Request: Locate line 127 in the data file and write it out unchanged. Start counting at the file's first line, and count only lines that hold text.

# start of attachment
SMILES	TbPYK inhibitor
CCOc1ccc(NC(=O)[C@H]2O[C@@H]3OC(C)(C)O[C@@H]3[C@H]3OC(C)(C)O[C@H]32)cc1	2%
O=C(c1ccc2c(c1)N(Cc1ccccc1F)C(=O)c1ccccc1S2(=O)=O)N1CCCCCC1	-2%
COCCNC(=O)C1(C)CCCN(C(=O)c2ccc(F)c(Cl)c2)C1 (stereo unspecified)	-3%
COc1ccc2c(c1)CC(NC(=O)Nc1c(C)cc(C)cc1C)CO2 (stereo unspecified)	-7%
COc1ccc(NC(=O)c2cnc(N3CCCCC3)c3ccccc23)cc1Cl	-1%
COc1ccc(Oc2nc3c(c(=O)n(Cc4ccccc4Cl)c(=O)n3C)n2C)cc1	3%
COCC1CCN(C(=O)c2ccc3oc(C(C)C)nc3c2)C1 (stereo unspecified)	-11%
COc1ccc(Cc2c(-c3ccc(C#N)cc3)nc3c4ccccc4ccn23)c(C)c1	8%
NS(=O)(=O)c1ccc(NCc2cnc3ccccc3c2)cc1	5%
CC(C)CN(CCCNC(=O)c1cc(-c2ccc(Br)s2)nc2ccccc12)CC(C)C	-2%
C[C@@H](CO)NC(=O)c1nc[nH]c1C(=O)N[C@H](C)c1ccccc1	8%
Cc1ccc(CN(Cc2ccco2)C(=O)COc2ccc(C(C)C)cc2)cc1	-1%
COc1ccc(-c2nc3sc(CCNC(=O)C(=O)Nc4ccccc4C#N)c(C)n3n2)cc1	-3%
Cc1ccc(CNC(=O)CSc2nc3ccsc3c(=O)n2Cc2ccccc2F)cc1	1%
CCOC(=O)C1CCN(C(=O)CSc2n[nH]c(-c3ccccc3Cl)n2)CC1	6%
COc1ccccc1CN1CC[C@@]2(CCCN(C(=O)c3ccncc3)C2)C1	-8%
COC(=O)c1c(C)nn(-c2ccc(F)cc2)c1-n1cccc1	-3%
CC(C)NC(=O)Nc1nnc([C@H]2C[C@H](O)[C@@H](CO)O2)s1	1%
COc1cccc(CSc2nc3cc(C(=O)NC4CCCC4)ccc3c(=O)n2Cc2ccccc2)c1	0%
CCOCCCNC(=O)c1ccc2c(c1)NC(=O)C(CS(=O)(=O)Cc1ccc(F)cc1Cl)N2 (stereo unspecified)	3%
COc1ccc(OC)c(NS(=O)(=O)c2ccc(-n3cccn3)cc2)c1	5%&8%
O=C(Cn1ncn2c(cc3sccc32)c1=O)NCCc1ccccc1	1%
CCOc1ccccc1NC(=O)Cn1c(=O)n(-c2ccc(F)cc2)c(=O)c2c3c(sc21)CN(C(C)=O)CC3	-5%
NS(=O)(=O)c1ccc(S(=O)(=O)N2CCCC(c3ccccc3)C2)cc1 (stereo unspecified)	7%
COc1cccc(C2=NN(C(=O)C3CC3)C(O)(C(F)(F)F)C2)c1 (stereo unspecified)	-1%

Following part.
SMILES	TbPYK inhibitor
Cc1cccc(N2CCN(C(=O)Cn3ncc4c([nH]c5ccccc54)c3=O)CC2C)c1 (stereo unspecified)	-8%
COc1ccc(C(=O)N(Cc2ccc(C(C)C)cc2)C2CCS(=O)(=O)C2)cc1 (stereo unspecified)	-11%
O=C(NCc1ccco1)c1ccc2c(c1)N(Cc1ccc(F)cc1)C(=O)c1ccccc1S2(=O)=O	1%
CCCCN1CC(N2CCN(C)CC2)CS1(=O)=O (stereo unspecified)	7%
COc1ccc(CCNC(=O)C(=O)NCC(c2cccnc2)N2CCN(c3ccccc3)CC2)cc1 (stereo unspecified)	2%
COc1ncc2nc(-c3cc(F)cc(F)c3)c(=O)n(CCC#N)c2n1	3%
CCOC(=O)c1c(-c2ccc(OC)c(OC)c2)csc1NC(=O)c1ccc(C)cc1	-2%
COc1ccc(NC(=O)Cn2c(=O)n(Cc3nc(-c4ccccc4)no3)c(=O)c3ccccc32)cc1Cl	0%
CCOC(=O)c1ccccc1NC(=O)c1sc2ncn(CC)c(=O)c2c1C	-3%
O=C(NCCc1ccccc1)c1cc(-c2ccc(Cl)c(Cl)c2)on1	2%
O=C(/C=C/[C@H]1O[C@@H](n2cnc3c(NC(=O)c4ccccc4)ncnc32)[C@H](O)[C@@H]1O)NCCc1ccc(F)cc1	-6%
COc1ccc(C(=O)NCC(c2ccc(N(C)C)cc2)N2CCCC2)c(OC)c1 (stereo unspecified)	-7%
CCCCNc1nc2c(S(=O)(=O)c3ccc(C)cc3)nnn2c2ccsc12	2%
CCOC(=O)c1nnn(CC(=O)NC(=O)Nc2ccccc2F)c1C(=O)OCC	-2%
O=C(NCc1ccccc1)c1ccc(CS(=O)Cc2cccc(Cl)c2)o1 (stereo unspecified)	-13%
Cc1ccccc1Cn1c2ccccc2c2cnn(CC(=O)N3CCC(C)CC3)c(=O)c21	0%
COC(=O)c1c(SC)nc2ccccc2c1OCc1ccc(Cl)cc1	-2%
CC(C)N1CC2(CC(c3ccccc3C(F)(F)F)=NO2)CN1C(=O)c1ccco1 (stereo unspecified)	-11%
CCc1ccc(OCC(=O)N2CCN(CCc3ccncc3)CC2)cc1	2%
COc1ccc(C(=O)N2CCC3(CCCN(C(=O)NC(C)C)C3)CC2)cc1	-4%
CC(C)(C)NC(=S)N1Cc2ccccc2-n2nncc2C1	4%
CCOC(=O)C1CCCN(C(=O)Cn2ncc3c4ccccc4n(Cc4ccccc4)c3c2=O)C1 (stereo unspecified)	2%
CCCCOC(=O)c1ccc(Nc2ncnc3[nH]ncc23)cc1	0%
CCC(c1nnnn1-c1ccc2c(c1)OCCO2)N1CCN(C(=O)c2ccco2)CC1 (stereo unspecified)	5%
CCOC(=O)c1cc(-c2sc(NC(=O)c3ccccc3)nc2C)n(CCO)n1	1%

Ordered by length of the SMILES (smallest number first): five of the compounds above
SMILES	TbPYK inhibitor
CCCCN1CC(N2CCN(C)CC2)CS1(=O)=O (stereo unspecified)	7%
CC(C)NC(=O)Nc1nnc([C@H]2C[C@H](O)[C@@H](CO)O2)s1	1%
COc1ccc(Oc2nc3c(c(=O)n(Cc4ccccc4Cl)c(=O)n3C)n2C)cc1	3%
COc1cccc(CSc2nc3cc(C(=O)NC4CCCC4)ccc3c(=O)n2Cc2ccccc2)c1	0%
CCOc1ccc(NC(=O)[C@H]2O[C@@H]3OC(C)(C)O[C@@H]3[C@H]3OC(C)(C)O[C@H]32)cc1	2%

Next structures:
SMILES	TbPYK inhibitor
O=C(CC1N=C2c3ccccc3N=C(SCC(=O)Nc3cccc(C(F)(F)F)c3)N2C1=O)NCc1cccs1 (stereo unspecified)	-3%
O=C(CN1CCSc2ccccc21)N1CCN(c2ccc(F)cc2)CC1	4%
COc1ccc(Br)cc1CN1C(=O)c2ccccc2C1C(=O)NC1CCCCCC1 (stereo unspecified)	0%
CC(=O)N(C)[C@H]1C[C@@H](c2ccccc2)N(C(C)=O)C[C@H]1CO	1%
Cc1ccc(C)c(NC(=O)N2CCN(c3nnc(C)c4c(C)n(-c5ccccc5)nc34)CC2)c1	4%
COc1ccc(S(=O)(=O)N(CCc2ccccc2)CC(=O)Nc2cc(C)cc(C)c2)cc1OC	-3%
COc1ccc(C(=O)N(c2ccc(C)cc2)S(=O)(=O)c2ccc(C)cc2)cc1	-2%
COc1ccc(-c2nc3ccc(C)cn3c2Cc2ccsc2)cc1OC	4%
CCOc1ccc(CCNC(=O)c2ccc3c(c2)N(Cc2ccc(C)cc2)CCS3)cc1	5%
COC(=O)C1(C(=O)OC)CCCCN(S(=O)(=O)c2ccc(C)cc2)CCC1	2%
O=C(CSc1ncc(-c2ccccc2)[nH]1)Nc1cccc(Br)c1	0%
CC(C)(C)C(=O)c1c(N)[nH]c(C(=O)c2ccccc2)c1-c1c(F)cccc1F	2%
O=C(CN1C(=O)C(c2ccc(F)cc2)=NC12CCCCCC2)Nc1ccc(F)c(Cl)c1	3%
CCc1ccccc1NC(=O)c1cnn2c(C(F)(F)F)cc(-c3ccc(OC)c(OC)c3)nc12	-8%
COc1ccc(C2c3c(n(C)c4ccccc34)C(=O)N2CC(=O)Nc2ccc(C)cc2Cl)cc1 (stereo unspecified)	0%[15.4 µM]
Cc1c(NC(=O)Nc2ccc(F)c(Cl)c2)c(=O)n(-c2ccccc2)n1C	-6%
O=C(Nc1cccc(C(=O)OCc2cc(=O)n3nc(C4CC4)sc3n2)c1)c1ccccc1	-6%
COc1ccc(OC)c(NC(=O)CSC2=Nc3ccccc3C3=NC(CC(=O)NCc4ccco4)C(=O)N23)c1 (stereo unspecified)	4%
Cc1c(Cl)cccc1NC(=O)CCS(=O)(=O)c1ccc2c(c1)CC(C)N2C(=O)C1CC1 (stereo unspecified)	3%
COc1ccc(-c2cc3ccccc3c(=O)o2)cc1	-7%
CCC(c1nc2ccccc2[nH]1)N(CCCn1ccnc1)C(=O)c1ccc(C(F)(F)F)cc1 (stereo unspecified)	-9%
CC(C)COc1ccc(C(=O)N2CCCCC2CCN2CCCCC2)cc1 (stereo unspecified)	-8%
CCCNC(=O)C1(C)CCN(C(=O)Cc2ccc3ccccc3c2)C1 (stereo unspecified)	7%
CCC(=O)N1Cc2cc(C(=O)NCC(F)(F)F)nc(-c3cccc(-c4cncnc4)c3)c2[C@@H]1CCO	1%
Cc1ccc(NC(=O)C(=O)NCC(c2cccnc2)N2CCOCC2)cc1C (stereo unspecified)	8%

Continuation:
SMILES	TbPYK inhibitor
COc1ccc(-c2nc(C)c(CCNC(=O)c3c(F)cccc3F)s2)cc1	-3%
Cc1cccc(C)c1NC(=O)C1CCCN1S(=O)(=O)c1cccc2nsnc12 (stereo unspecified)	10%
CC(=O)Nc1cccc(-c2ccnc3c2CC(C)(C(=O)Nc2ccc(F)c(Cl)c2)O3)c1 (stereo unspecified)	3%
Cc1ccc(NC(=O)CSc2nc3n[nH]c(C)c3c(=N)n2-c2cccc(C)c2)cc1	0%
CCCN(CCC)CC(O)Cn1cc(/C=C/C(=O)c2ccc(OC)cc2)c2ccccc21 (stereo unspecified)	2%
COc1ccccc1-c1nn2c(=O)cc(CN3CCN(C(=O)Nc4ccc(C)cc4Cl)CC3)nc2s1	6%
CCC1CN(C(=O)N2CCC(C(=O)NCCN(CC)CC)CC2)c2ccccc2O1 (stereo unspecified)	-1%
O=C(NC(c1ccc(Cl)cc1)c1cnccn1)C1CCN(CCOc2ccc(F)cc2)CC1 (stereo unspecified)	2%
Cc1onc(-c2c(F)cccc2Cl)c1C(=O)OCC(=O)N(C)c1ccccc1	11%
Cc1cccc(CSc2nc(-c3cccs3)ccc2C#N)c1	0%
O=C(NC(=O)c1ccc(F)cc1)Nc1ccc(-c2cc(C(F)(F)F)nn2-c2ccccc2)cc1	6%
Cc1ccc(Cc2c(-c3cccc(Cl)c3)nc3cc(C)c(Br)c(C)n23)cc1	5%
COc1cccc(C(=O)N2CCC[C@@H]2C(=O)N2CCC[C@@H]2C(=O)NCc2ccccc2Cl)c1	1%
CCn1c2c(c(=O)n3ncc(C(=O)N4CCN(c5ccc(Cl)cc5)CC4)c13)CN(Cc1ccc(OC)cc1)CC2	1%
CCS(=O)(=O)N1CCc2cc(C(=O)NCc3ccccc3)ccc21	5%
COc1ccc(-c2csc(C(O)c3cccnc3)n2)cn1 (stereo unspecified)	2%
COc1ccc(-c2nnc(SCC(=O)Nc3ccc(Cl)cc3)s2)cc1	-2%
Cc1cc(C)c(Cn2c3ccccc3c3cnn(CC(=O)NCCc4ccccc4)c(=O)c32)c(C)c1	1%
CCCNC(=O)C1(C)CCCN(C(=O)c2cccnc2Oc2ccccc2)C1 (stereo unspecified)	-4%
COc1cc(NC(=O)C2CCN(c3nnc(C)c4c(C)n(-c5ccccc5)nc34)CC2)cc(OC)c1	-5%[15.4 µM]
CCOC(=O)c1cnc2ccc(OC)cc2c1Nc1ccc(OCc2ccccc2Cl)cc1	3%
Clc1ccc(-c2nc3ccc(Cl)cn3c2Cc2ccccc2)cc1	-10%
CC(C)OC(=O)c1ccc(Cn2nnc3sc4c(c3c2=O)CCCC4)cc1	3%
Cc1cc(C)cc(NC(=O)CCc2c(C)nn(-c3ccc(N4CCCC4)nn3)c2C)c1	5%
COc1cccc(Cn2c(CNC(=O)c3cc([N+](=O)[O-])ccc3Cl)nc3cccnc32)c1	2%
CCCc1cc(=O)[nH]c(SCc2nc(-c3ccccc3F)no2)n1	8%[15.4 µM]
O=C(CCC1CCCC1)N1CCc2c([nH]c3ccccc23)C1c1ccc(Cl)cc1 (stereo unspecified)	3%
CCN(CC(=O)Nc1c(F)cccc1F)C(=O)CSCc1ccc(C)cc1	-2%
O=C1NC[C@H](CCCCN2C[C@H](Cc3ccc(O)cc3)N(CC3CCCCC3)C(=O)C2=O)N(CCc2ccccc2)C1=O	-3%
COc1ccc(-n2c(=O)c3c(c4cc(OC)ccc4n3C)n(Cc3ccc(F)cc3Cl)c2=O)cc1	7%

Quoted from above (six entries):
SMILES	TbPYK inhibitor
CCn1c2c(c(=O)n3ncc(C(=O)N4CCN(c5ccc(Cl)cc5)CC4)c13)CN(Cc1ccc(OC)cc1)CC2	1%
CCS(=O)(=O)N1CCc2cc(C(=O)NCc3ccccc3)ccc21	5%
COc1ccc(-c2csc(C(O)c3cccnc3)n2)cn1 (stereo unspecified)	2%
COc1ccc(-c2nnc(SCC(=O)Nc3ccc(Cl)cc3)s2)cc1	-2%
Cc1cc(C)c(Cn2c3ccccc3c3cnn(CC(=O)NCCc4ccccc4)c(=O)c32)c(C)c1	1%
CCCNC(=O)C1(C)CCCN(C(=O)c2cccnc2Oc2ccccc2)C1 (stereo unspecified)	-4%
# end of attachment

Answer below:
CCCNC(=O)C1(C)CCCN(C(=O)c2cccnc2Oc2ccccc2)C1 (stereo unspecified)	-4%